Home Tour: Tobacco baron's palatial Mount Airy house to be in Preservation Association event
24-room Cote Bonneville has stunning view
Brent Coleman, WCPO contributor
5:00 AM, Apr 22, 2016
10:26 AM, Aug 29, 2016
CINCINNATI -- One of region’s lesser-known turn-of-the-century mansions will have its coming-out party May 7 when the Cincinnati Preservation Association holds a home tour at the 1902 estate of tobacco baron Napoleon DuBrul and three more modern homes in the secluded Raeburn Drive neighborhood of Mount Airy.
Cincinnati movers and shakers gathered often for social and political functions at the 9,643-square-foot, 24-room limestone mansion know as Cote Bonneville over its 114 years, but the CPA is giving the public its first shot at seeing it and its stunning hillside vista.
Mercy High School and Xavier University graduate Bobbi Blum grew up in the three-story mansion that her parents, Michel Tire Co. founders Tony and Roberta Michel, bought in 1978. Bobbi and her husband, construction company owner Trey Blum, live there with two of their four children and are in the process of buying the house they’ve occupied for 10 years.
Bobbi said that as a girl she served so many famous Cincinnatians during political parties held in the DuBrul mansion that she struggles to remember their names.
She has a scrapbook of memorabilia dating back to the early days that contains party lists with important family names such as Werk, Baldwin and Schoenberger. And she proudly shares a collection of modern ephemera that includes a half-dozen wine labels from Washington State’s DuBrul Vineyard that feature images of the Dubrul estate. Appropriately, Blum calls the Cote Bonneville Winery products her “house wines” and stocks an ample supply to share with guests.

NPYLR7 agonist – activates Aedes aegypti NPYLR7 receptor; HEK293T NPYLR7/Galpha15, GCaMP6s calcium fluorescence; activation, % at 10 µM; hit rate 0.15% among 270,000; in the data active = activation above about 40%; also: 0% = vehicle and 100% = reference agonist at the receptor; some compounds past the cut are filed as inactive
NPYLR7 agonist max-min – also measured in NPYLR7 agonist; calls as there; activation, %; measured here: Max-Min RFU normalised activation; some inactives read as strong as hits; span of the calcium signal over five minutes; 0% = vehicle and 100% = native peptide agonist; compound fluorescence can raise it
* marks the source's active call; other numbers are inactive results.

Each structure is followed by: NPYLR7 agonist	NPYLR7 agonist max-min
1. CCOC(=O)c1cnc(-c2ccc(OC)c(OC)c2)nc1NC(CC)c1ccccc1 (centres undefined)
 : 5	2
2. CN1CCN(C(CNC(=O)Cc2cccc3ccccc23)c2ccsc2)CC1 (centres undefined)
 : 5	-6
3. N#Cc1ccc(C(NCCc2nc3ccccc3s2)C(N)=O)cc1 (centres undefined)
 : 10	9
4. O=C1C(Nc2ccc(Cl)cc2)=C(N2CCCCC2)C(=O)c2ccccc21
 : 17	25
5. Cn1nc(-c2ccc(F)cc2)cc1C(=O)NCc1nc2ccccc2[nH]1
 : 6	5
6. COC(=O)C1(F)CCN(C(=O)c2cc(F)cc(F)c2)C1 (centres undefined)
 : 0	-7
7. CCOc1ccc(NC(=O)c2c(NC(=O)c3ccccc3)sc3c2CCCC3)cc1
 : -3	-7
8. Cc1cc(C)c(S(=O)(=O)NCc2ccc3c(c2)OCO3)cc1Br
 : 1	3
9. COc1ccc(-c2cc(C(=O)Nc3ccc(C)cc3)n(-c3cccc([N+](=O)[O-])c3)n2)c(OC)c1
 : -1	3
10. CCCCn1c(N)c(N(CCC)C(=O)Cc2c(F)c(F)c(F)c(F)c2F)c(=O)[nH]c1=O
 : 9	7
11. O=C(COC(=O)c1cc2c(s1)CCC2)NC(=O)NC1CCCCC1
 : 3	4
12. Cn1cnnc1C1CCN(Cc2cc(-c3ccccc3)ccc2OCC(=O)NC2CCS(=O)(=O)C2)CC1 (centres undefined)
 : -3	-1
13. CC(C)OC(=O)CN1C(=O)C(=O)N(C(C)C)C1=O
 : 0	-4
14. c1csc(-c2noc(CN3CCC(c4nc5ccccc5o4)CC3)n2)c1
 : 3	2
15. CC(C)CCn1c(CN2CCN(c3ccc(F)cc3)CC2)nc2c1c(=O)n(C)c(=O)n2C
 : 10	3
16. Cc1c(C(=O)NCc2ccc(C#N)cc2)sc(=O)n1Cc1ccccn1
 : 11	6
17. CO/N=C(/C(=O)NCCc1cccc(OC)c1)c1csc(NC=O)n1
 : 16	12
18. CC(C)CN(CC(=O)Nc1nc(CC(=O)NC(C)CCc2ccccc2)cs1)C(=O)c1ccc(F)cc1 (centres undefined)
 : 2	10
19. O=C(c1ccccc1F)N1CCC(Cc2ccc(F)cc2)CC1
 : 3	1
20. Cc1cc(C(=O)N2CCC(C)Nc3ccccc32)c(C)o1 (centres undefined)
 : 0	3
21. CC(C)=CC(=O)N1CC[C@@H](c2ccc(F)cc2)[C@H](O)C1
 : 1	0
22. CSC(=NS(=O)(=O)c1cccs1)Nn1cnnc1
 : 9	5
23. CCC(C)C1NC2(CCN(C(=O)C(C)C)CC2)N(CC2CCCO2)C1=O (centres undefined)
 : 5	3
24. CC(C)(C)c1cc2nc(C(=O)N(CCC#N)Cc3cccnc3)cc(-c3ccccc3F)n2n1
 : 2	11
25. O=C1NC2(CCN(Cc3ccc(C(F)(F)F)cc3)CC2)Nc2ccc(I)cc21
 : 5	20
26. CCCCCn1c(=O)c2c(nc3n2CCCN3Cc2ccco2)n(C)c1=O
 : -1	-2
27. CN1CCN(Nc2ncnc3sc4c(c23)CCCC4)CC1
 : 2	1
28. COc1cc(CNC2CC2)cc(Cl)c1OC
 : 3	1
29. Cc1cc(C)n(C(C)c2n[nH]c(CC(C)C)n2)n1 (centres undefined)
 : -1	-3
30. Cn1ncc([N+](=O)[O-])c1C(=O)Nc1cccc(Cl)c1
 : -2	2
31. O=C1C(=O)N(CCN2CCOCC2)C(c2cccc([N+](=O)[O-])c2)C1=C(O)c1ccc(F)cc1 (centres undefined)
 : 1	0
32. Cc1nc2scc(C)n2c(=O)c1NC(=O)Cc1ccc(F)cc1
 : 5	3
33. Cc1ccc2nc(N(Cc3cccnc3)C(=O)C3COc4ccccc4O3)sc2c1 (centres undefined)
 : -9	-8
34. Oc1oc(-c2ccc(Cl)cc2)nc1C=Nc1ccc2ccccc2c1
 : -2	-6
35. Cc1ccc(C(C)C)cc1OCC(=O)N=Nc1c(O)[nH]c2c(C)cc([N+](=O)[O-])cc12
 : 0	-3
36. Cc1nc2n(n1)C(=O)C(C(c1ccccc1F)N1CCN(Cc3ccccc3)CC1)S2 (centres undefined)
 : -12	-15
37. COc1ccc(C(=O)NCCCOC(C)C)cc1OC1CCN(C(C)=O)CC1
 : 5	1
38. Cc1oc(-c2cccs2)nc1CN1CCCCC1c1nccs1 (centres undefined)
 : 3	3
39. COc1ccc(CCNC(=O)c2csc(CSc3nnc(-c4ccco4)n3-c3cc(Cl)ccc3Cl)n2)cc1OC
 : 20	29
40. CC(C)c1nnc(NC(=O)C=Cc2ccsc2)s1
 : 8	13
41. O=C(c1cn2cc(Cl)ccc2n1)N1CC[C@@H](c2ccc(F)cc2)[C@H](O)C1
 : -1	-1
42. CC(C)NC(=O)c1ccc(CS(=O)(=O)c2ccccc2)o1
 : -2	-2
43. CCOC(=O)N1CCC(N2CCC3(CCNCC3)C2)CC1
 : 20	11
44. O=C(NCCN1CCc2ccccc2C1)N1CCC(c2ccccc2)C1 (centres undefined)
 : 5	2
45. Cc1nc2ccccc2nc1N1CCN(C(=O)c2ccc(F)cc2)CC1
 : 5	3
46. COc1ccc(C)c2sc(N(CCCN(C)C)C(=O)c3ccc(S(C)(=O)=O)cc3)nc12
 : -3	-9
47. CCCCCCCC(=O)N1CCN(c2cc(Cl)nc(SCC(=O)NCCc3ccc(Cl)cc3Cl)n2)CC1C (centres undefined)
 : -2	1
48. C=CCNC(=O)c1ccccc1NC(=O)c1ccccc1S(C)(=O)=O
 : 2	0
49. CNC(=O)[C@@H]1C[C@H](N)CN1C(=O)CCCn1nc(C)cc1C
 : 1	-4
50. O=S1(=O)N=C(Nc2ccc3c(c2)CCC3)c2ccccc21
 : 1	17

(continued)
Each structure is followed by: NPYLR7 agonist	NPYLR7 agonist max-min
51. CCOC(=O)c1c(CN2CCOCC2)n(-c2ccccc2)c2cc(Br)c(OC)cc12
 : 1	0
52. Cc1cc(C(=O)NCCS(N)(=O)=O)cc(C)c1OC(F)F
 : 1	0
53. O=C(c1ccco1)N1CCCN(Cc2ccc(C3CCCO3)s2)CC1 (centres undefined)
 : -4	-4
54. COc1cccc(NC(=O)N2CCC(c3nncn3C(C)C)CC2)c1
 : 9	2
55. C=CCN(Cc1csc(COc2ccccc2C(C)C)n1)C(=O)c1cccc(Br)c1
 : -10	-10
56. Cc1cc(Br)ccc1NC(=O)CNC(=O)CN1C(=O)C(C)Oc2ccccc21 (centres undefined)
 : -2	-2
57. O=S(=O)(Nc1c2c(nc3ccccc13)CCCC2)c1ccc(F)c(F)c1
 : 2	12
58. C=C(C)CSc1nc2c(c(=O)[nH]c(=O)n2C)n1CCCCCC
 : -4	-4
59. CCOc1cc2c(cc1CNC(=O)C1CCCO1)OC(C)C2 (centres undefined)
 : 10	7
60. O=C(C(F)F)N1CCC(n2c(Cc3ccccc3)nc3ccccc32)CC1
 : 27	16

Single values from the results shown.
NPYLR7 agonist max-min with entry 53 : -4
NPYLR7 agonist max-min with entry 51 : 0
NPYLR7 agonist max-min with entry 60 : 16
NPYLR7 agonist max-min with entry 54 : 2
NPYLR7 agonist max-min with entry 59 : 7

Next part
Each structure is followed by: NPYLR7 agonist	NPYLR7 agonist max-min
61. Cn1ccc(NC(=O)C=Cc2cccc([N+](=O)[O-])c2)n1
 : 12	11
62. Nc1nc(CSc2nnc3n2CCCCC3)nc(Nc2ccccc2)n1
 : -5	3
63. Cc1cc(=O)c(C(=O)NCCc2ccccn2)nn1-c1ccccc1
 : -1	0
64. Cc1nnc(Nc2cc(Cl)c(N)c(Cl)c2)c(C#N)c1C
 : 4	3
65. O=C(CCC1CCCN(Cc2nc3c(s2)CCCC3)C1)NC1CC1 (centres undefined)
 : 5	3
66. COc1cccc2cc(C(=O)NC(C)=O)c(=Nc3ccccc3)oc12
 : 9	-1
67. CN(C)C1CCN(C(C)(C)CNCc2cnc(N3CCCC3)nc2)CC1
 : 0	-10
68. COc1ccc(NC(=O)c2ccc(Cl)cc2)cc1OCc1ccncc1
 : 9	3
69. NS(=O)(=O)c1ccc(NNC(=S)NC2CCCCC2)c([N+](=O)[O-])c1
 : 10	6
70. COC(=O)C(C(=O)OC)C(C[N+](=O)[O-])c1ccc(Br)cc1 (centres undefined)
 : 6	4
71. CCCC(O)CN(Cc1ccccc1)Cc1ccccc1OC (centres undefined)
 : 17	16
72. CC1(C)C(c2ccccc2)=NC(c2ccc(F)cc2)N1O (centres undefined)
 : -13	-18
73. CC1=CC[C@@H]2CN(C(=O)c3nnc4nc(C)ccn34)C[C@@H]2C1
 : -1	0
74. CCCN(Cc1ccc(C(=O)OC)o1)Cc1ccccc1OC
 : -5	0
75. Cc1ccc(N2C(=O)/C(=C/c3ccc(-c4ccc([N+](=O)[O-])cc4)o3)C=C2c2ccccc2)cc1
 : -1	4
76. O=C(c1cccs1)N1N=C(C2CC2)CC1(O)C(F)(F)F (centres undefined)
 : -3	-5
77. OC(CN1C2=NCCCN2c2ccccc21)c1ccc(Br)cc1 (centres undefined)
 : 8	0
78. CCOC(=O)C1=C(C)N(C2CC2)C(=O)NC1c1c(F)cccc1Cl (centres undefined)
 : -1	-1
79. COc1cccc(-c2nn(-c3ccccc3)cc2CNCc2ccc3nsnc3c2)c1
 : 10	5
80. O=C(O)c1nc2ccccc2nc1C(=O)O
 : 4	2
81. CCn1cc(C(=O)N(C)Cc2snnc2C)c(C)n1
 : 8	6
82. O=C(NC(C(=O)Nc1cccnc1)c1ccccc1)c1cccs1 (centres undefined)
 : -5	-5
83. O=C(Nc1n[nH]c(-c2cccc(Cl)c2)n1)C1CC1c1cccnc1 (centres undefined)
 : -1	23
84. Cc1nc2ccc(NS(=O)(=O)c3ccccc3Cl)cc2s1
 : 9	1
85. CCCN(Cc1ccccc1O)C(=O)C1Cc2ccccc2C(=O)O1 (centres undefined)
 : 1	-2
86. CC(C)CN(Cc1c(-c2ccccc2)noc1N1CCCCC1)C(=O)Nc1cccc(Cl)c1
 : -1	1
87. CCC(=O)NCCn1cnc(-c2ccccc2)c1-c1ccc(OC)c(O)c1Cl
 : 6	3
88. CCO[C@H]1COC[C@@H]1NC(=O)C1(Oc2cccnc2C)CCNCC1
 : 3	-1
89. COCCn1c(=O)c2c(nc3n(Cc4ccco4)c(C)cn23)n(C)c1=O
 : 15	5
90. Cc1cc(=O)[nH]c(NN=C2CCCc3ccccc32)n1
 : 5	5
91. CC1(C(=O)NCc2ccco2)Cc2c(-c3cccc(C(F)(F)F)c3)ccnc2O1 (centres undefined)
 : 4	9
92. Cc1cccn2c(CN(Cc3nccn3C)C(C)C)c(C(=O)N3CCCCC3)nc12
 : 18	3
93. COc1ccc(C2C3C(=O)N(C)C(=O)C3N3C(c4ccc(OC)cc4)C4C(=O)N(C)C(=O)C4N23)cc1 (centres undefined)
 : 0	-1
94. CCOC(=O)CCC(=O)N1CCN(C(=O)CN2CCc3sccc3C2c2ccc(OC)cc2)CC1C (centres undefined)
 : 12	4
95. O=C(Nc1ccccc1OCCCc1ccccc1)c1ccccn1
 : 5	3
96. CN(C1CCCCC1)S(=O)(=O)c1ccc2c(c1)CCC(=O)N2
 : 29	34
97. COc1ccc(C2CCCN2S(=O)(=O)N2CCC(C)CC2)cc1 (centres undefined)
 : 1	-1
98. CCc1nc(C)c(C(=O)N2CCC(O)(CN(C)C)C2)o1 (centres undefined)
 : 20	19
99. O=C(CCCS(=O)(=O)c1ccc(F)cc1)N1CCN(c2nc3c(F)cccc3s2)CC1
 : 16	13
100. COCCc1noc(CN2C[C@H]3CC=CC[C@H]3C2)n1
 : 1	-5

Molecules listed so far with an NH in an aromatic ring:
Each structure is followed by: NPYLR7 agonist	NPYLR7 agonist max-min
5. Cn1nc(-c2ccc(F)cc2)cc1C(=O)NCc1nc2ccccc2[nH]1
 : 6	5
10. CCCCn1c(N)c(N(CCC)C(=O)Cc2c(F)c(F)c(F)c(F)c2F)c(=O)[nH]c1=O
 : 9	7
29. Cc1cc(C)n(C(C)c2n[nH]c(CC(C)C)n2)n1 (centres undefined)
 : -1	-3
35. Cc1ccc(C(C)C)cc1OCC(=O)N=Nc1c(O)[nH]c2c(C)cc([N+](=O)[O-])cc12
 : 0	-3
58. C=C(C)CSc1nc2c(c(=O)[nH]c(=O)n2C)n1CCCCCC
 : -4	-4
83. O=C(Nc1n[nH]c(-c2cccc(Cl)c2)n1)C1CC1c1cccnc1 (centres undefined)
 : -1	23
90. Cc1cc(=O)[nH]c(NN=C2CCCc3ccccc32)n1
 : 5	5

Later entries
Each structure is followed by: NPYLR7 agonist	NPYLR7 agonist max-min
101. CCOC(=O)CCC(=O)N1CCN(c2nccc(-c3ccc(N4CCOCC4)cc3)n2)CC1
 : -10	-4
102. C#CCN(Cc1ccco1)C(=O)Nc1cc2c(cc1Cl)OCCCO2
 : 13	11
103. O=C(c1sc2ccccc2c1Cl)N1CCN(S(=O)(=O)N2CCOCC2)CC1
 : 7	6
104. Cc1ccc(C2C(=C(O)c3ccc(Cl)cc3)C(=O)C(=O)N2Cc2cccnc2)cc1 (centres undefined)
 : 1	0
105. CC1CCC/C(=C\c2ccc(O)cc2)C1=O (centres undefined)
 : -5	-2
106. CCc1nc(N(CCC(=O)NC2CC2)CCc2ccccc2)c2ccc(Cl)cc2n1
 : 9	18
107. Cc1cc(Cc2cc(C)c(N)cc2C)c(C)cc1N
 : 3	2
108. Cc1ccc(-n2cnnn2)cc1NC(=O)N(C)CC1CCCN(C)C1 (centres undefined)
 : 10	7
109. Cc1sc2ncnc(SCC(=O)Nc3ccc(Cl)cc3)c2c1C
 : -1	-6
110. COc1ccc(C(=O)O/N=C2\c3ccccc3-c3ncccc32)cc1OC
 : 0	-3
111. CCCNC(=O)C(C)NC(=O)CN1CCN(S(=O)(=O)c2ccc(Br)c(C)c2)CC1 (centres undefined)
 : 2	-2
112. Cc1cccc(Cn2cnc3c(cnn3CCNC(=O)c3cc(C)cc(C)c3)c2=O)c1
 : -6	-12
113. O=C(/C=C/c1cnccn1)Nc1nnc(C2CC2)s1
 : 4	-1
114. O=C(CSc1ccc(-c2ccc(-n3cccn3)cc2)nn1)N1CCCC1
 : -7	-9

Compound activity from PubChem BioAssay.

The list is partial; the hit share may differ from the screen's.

Though just a fraction of its original acreage, the 6-acre gated property still includes the well-preserved mansion, a 5,000-square-foot carriage house, an in-ground pool, a Roman-style pergola and a recently painted fountain bought by the Michels that sits front-and-center of the front porch view of the Mill Creek Valley and downtown Cincinnati in the distance.
‘Edge Of The City’
Guests approach Cote Bonneville -- which means on the coast or edge of the beautiful city in French -- from the street to the back of the house, to the left of which is the carriage house/garage and pool. More than a half-dozen vintage gas lights ring the house, which was once engulfed in a thick forest but is now a grassy park with towering trees dating back more than 100 years.
The front of the massive house faces the valley and the interchange of Interstates 74 and 75. A 60-foot-wide, triple-arched porch, half of which is covered, runs almost the entire width of the house. The covered half features the original terrazzo tile floor and the other half was re-tiled in a complementary pattern by Trey Blum. Beams crisscross the porch’s bead board ceiling as they do elsewhere in the interior of the house.
Eyes are drawn to an impressive, two-story tower on the west side of the façade. Above its top window carved in a sandstone pediment is the construction date of 1902. Below the window are the overlapping initials of Napoleon DuBrul, similar in style to the logo of the University of Notre Dame, at which one of the DuBruls’ sons won a gold medal at an elocution competition.
Meant To Be Remembered
Around the corner in the west-side porte cochere is more evidence the mansion was built by a substantial person. A three-line inscription in the cornerstone reads: “Cote Bonneville / Napoleon DuBrul / 1902.”
“When he built this house, he wanted it to last and make his mark on the city,” Bobbi said of DuBrul. “He was very proud of it.”
The first floor of the mansion has 12-foot ceilings and wide openings between most rooms that can be closed in by pocket doors. Each has 16 panes of beveled glass separated by mullions that swoop upward at the top. Each room off the grand central hall features a different type of hardwood such as oak, mahogany or cherry. The west-side parlor, however, has trim, low wainscoting and a bench in the tower corner that are made of exotic primavera, a hardwood native to Mexico and several Central American countries.
The wood once extended to the ceiling but was removed by the mansion’s second owners, Bobbi said, in order to brighten the first floor. There are original fireplaces throughout the house -- even in the grand hall which features 1902 andirons. The hallway’s ceilings are coffered like the front porch and there is a built-in bench below an arched bay window on the south side.